Climate change requires water stress management
On average, around 30% of Europe’s population and 20% of its territory are affected by water stress each year. The percentage is expected to become worse due to the growing impact and frequency of climate change on droughts. The European Environment Agency (EEA) published a report on the 27th of October, presenting the current state of water stress in Europe with the aim to shift the focus on water stress management as a consequence of the changing climate.
The EEA report ‘Water resources across Europe — confronting water stress: an updated assessment’ presents the latest information and data on water availability and its quality in Europe. As stated in the report, water stress refers to a situation in which there is not enough water of sufficient quality to meet the demands of people and the environment that in many parts of Europe has become a reality. Water stress is a term combining droughts, quantitative scarcity, water quality, and water accessibility. Droughts spread through the hydrological cycle and, depending on their duration and intensity, may cause low soil moisture content, decreasing groundwater levels, saltwater intrusion, deteriorating water quality, and reduced river discharges. As a result of these effects on the hydrological cycle, droughts may lead to impacts on human well-being, socio-economic development, and ecosystems.
The drivers of water stress are usually a combination of geographically widespread factors, such as climate change impacts and the location of tourism and food production, and consumption chains, electricity production, and population density. This cross-cutting nature of the water stress issue calls for coordinated action among the different policy areas.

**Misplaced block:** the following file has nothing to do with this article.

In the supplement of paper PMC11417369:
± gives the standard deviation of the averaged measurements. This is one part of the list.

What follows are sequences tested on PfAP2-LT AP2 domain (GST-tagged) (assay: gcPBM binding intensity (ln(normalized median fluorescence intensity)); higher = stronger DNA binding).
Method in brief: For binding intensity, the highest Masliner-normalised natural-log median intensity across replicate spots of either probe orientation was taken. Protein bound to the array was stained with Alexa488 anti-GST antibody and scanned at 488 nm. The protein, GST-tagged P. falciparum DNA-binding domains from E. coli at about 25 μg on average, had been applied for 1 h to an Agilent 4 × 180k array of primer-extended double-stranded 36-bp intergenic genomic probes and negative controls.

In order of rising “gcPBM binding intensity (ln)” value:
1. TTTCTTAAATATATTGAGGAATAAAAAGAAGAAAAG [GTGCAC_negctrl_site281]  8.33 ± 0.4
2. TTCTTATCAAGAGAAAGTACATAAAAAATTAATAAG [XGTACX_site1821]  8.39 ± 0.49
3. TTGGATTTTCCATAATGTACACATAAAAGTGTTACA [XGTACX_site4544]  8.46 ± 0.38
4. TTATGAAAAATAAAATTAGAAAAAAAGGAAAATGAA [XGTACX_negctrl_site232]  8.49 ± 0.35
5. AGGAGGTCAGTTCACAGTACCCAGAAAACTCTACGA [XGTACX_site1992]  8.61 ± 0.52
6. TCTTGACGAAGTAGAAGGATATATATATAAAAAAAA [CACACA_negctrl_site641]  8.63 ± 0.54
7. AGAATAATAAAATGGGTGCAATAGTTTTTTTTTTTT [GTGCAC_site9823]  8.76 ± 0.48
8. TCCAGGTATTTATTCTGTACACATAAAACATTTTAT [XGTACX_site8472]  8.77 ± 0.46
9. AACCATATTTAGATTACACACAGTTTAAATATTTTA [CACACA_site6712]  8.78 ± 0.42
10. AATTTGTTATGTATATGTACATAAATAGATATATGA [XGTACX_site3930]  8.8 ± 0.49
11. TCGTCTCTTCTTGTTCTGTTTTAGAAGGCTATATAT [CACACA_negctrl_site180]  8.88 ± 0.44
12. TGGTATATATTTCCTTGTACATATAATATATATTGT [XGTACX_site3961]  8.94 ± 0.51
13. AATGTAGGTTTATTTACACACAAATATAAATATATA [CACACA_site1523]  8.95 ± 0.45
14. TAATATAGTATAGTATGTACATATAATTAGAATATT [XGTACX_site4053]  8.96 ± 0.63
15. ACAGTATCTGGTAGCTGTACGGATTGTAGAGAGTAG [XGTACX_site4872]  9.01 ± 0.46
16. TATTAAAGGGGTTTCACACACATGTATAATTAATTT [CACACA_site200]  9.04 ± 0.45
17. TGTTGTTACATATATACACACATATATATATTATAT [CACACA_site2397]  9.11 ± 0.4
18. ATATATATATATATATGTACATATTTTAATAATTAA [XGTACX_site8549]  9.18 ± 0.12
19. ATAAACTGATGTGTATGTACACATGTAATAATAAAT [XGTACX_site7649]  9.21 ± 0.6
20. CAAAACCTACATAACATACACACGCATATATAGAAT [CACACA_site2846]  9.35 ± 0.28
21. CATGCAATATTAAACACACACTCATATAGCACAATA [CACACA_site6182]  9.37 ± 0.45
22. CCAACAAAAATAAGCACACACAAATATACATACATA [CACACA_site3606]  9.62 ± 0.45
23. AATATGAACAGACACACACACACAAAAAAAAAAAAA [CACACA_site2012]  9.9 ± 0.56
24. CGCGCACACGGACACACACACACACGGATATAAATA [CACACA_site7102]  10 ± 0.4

Actions for reducing water stress
In 2020 the Water Framework Directive (WFD) was labeled as ‘fit for purpose’ by the European Commission. However, is the WFD sufficiently prepared for climate change? Professor of European Law Marleen van Rijswick, from the University of Utrecht, stated in Waterforum climate change is clearly underexposed in the WFD. “The directive aims for a sustainable water supply for the long term but pays too little attention to water quantity issues. The main focus in the WFD is on the water quality objectives. As a Member State, you are allowed to include quantity and climate adaptation measures in plans and programs, but the obligation to do so is not very clear. You would want more explicit rules regarding climate changes”.
Agriculture stands for 40-60% of the total water consumption in Europe, most of which is used for irrigation. Water consumption by agriculture represents the highest fluctuation throughout the year with a demand for irrigation water increasing during the spring and the summer, especially in South Europe. In the South Member States, the water abstraction for agriculture accounts for almost 80% of the total water abstraction (EEA, 2018B, 2019K)
The water abstraction for agriculture is unevenly distributed across Europe – almost 90% is in the southern part of the continent and only 10% is in the rest. According to the Danish representative Ingelise Møller Balling, the area of arable land in Europe is approximately 113 million ha, nearly 19 million ha is equipped for irrigation (irrigable area). Considering the climate conditions, the irrigated area is between 8- 9% of the total arable land. The percentages of irrigated land in South Europe are much higher with 28% in Malta to 13% in Spain and Portugal.
Overall, Europe needs to improve the recovery capacity of its ecosystems and implement methods for more efficient usage of water to minimize the impact of water stress on people and the environment, as well as to consider new measures regarding water abstraction for the agriculture sector. As stated in the report of the EEA, policies, and regulations at the European level are already in place to address these issues, however, their effectiveness needs to be improved.